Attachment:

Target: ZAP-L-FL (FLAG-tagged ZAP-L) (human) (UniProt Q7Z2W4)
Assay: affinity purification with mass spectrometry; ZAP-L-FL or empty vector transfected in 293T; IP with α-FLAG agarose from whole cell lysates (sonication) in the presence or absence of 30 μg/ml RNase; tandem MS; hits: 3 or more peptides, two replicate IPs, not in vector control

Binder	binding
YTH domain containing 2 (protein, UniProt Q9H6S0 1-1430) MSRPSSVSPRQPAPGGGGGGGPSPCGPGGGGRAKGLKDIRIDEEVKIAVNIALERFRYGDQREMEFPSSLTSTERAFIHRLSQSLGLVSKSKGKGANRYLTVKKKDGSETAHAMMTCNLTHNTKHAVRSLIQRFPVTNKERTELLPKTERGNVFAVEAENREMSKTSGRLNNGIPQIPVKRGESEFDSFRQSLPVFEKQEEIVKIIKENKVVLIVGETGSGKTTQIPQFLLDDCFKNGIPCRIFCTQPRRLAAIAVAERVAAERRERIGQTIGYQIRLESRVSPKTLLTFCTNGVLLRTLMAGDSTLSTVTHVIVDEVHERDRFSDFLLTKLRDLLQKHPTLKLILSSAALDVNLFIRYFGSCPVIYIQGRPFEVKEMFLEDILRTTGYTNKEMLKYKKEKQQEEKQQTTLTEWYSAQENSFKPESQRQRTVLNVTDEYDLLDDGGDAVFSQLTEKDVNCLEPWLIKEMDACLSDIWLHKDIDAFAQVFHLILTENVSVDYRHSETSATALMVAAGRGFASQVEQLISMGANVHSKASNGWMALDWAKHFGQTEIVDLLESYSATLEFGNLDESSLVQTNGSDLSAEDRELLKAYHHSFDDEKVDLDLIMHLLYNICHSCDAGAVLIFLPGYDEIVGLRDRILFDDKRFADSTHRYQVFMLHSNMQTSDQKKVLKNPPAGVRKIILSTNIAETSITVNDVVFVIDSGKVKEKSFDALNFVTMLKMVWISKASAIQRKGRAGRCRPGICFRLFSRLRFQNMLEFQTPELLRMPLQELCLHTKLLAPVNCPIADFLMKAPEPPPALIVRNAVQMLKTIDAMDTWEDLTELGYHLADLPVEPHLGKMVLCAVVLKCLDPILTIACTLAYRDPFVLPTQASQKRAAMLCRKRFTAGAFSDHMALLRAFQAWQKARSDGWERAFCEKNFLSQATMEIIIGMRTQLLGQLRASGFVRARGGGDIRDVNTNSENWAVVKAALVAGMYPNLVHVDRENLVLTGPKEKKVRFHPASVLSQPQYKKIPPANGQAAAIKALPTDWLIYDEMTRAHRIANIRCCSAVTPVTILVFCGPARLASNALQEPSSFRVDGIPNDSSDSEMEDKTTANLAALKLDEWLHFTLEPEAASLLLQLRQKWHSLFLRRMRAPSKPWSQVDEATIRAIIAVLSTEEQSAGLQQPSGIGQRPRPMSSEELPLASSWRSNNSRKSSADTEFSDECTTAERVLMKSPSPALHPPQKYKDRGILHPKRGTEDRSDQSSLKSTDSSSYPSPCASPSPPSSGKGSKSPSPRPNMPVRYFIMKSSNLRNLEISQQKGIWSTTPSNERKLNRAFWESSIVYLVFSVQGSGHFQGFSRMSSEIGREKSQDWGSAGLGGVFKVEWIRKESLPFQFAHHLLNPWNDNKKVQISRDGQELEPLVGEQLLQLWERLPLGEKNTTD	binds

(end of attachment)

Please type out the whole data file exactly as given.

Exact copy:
Target: ZAP-L-FL (FLAG-tagged ZAP-L) (human) (UniProt Q7Z2W4)
Assay: affinity purification with mass spectrometry; ZAP-L-FL or empty vector transfected in 293T; IP with α-FLAG agarose from whole cell lysates (sonication) in the presence or absence of 30 μg/ml RNase; tandem MS; hits: 3 or more peptides, two replicate IPs, not in vector control

Binder	binding
YTH domain containing 2 (protein, UniProt Q9H6S0 1-1430) MSRPSSVSPRQPAPGGGGGGGPSPCGPGGGGRAKGLKDIRIDEEVKIAVNIALERFRYGDQREMEFPSSLTSTERAFIHRLSQSLGLVSKSKGKGANRYLTVKKKDGSETAHAMMTCNLTHNTKHAVRSLIQRFPVTNKERTELLPKTERGNVFAVEAENREMSKTSGRLNNGIPQIPVKRGESEFDSFRQSLPVFEKQEEIVKIIKENKVVLIVGETGSGKTTQIPQFLLDDCFKNGIPCRIFCTQPRRLAAIAVAERVAAERRERIGQTIGYQIRLESRVSPKTLLTFCTNGVLLRTLMAGDSTLSTVTHVIVDEVHERDRFSDFLLTKLRDLLQKHPTLKLILSSAALDVNLFIRYFGSCPVIYIQGRPFEVKEMFLEDILRTTGYTNKEMLKYKKEKQQEEKQQTTLTEWYSAQENSFKPESQRQRTVLNVTDEYDLLDDGGDAVFSQLTEKDVNCLEPWLIKEMDACLSDIWLHKDIDAFAQVFHLILTENVSVDYRHSETSATALMVAAGRGFASQVEQLISMGANVHSKASNGWMALDWAKHFGQTEIVDLLESYSATLEFGNLDESSLVQTNGSDLSAEDRELLKAYHHSFDDEKVDLDLIMHLLYNICHSCDAGAVLIFLPGYDEIVGLRDRILFDDKRFADSTHRYQVFMLHSNMQTSDQKKVLKNPPAGVRKIILSTNIAETSITVNDVVFVIDSGKVKEKSFDALNFVTMLKMVWISKASAIQRKGRAGRCRPGICFRLFSRLRFQNMLEFQTPELLRMPLQELCLHTKLLAPVNCPIADFLMKAPEPPPALIVRNAVQMLKTIDAMDTWEDLTELGYHLADLPVEPHLGKMVLCAVVLKCLDPILTIACTLAYRDPFVLPTQASQKRAAMLCRKRFTAGAFSDHMALLRAFQAWQKARSDGWERAFCEKNFLSQATMEIIIGMRTQLLGQLRASGFVRARGGGDIRDVNTNSENWAVVKAALVAGMYPNLVHVDRENLVLTGPKEKKVRFHPASVLSQPQYKKIPPANGQAAAIKALPTDWLIYDEMTRAHRIANIRCCSAVTPVTILVFCGPARLASNALQEPSSFRVDGIPNDSSDSEMEDKTTANLAALKLDEWLHFTLEPEAASLLLQLRQKWHSLFLRRMRAPSKPWSQVDEATIRAIIAVLSTEEQSAGLQQPSGIGQRPRPMSSEELPLASSWRSNNSRKSSADTEFSDECTTAERVLMKSPSPALHPPQKYKDRGILHPKRGTEDRSDQSSLKSTDSSSYPSPCASPSPPSSGKGSKSPSPRPNMPVRYFIMKSSNLRNLEISQQKGIWSTTPSNERKLNRAFWESSIVYLVFSVQGSGHFQGFSRMSSEIGREKSQDWGSAGLGGVFKVEWIRKESLPFQFAHHLLNPWNDNKKVQISRDGQELEPLVGEQLLQLWERLPLGEKNTTD	binds